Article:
According to currently accepted models, light travels at the same speed in all parts of the universe, and it has always traveled at this speed. Distance to galaxies is often measured in light-years, as in how many years it would take light traveling at over 300,000 km/s to cover that distance. So if some stars are billions of light-years away, it must have taken billions of years for that light to reach us, right?
Well, that could be a logical conclusion, if not for a couple of nuances. The farthest object in the universe is 47 billion light-years away. Does that mean, it took 47 billion years for light from that object to reach us?
That would depend on how long ago and at what rate do you assume the universe has been expanding. If you assume the universe to be 14 billion years old, you would come up with a rate of expansion that would allow that object enough time, to move from 14 billion light-years away to 47 billion light-years away. If you assume the rate of expansion to be something else, you would allow for a different rate of expansion. All of this, of course, only holds up if light indeed traveled linearly. If light got here by means of traveling in a straight line in 3 dimensions, than how far away that object is, would depend on how long ago we think light from that object left its source, not how far away from us it currently is.
The idea that light got here by means of linear travel at the accepted speed of light, has a problem in itself. The problem lies in the fact that temperatures throughout the universe are extremely uniform in all directions. The temperature deviates by only one part in 105. According to the Big Bang model, the universe developed different temperatures when it was very small. As it expanded, different parts of the universe would end up with different temperatures. The only way for temperature to be uniform throughout the universe would be if there was enough time for energy exchange between different parts. Let's assume, that when the universe was very small, one section of the universe (point A) developed at one temperature. Another section (point B) is at the same distance from us, but in the opposite direction from us than point A, and developed at a different temperature. So the distance from us to point A is the same as the distance from us to point B. And the distance from point A to point B would be twice as large.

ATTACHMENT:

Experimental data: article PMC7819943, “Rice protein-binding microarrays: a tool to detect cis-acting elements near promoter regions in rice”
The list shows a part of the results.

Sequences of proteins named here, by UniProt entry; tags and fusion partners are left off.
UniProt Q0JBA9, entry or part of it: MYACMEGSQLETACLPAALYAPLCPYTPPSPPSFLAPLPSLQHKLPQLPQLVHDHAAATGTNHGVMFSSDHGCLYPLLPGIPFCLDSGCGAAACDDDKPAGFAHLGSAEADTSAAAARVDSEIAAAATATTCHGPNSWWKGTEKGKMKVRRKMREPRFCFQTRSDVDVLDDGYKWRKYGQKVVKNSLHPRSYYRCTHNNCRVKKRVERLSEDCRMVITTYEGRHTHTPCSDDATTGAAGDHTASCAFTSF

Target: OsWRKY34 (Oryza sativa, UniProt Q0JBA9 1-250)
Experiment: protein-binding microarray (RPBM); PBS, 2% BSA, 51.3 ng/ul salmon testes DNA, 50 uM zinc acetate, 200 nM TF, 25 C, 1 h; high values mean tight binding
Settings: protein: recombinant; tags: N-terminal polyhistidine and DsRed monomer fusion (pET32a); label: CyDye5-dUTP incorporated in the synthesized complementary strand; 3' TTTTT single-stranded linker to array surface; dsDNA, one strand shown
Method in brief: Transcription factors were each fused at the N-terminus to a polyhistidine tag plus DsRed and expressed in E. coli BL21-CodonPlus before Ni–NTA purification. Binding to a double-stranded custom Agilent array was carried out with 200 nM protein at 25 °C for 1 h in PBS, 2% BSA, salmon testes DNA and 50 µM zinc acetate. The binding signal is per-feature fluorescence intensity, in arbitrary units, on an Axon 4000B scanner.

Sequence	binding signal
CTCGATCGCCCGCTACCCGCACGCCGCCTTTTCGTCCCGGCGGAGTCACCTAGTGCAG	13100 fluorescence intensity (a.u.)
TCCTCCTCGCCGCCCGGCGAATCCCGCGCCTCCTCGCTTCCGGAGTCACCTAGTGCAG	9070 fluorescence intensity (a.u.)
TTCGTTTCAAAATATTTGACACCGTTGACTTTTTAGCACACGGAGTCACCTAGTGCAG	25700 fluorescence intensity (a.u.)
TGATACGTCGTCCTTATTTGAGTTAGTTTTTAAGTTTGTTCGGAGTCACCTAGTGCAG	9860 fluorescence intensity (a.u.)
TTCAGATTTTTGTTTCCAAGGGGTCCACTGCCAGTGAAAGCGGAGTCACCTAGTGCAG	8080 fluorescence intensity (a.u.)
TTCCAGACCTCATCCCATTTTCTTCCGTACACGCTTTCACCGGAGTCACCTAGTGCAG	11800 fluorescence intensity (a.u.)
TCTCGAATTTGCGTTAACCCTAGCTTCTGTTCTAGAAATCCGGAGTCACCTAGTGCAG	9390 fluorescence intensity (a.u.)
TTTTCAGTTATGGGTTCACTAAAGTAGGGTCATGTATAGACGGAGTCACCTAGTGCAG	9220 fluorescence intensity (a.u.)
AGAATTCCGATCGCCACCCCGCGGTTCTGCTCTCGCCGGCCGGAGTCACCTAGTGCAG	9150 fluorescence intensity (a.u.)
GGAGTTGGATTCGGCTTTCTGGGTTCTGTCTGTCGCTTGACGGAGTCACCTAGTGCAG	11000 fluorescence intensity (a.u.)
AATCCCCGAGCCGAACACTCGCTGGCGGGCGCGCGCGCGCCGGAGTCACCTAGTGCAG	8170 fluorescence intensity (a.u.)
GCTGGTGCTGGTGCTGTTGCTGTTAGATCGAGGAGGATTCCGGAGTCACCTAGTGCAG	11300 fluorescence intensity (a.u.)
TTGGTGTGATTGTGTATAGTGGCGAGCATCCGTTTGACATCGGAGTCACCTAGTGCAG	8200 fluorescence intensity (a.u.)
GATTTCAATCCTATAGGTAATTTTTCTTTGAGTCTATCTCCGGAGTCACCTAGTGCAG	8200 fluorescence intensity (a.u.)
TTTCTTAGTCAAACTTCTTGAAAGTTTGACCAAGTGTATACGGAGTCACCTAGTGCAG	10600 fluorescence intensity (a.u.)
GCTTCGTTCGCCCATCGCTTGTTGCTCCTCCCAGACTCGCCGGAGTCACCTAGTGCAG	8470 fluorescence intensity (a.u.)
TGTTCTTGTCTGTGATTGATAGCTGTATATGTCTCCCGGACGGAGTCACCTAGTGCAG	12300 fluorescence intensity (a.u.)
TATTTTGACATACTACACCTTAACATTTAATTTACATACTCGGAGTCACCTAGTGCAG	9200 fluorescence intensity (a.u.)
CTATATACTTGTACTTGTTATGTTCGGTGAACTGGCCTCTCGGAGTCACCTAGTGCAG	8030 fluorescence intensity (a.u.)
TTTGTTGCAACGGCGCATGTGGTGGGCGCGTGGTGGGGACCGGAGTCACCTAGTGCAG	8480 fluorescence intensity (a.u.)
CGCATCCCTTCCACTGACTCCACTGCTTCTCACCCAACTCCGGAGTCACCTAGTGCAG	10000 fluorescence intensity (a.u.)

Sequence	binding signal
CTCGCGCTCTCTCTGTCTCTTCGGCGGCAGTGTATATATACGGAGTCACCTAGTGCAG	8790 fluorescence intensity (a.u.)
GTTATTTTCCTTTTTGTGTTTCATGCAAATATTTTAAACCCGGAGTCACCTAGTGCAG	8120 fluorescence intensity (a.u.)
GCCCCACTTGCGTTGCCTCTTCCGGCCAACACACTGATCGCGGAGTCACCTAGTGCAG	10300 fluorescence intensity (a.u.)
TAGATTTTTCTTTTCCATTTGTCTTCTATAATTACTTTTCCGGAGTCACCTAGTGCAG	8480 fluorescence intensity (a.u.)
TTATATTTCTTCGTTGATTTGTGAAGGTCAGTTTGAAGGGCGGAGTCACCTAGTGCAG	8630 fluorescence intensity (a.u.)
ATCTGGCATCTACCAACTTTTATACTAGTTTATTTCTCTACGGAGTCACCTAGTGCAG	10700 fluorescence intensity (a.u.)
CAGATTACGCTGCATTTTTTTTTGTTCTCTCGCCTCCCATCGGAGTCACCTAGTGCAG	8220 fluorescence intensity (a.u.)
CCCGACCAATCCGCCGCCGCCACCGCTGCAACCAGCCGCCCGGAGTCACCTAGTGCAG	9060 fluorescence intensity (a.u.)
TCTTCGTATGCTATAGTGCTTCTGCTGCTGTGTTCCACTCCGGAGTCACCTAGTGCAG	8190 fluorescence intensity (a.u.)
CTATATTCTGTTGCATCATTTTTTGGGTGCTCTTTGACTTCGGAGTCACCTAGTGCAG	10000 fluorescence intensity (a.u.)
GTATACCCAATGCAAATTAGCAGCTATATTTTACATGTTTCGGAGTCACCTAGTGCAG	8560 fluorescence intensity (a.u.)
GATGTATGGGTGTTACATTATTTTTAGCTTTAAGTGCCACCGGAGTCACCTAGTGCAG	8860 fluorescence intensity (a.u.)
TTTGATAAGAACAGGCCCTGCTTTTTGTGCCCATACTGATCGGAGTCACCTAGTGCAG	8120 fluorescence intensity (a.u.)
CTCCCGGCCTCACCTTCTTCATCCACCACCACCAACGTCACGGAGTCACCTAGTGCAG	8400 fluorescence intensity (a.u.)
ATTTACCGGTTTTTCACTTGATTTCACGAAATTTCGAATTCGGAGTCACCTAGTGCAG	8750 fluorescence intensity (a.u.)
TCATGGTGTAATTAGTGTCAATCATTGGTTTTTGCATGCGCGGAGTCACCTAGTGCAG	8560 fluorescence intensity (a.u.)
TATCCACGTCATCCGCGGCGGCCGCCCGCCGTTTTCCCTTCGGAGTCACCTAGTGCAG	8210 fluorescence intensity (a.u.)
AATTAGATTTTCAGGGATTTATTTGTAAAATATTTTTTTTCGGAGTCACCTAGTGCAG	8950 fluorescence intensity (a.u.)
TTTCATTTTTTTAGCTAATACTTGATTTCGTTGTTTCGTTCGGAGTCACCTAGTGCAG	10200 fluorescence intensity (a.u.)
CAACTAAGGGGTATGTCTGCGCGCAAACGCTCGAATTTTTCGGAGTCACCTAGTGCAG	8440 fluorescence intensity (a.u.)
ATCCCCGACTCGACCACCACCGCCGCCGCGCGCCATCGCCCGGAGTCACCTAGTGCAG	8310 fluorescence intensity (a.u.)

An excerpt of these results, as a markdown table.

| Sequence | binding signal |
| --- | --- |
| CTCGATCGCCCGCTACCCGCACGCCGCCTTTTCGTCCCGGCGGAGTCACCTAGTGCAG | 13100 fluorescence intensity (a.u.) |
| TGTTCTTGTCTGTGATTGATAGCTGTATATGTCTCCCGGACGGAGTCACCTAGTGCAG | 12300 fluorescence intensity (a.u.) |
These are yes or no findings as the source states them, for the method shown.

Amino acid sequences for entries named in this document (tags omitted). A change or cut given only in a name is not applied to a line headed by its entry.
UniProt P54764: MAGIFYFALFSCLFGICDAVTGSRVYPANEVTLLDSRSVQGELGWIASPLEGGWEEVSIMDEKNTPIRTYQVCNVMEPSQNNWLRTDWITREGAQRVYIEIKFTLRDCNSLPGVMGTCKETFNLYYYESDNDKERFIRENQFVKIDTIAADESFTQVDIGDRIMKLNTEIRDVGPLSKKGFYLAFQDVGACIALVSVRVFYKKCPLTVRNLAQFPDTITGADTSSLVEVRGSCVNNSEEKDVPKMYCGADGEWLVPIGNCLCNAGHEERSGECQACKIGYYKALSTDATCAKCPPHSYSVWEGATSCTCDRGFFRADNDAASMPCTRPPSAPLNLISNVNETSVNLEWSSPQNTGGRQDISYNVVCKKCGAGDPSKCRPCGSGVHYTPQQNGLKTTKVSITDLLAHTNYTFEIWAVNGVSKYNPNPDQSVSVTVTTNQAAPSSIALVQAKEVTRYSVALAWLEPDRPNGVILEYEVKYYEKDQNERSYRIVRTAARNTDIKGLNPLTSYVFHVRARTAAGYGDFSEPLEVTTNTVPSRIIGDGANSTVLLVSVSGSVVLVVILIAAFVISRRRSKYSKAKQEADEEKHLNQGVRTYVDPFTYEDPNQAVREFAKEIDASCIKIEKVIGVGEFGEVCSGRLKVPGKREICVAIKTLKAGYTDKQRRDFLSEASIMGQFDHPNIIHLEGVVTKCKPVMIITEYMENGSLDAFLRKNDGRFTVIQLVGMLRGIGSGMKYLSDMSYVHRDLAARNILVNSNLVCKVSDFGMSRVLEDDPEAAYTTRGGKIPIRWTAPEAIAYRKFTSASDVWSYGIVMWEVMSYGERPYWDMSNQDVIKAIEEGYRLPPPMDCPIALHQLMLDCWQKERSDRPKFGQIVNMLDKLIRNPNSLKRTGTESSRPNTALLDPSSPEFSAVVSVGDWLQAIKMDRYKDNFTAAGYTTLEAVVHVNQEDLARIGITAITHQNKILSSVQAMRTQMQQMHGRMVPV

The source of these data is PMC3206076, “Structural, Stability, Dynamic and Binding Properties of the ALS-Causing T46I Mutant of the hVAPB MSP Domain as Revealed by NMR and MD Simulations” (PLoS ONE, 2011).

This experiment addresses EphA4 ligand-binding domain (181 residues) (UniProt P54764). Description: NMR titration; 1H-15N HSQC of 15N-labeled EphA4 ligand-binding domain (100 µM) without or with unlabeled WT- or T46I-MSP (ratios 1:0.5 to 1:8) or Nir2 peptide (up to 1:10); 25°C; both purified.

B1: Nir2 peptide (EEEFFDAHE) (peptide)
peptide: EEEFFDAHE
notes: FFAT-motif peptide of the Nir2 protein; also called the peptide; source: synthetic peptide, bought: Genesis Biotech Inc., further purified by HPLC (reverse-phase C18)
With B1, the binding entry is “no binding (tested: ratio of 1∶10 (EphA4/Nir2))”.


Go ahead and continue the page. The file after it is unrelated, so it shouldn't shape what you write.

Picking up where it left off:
Balloon illustrationIf it took 14 billion years for light from point A to reach us, it would take 28 billion years to reach point B. But wait, the light has to actually travel between point A and point B several times, for equilibrium in temperatures to be reached between two points.
So to answer the question, how far away an object is from us, you first need to assume how long ago light began to travel from that object, and that light got here in a linear fashion, and that it always traveled at the same speed. After you make all these assumptions, you still have to multiply that time period by several times to allow for temperature equilibrium to be reached between all parts of the universe.
So you could either try going in circles to try to assign an old age to the universe. Or you could go with the biblical statement that God “stretched out” the universe after creating it. How light from the stars got to us, would depend on how God created the universe and how He expanded it. If you go with the latter option, you don't need to assign huge ages to the universe. If you go with the former, the age of the universe would continue to fluctuate, depending on which assumptions you begin with.
There are several models which have recently been proposed by Christian astronomers, as to how exactly God went about creating the universe and expanding it. I will reference some of the models below, which would make for an interesting, but a more technical reading.
Lisle, Jason. Taking Back Astronomy. Green Forest, AR: Master, 2006. Print.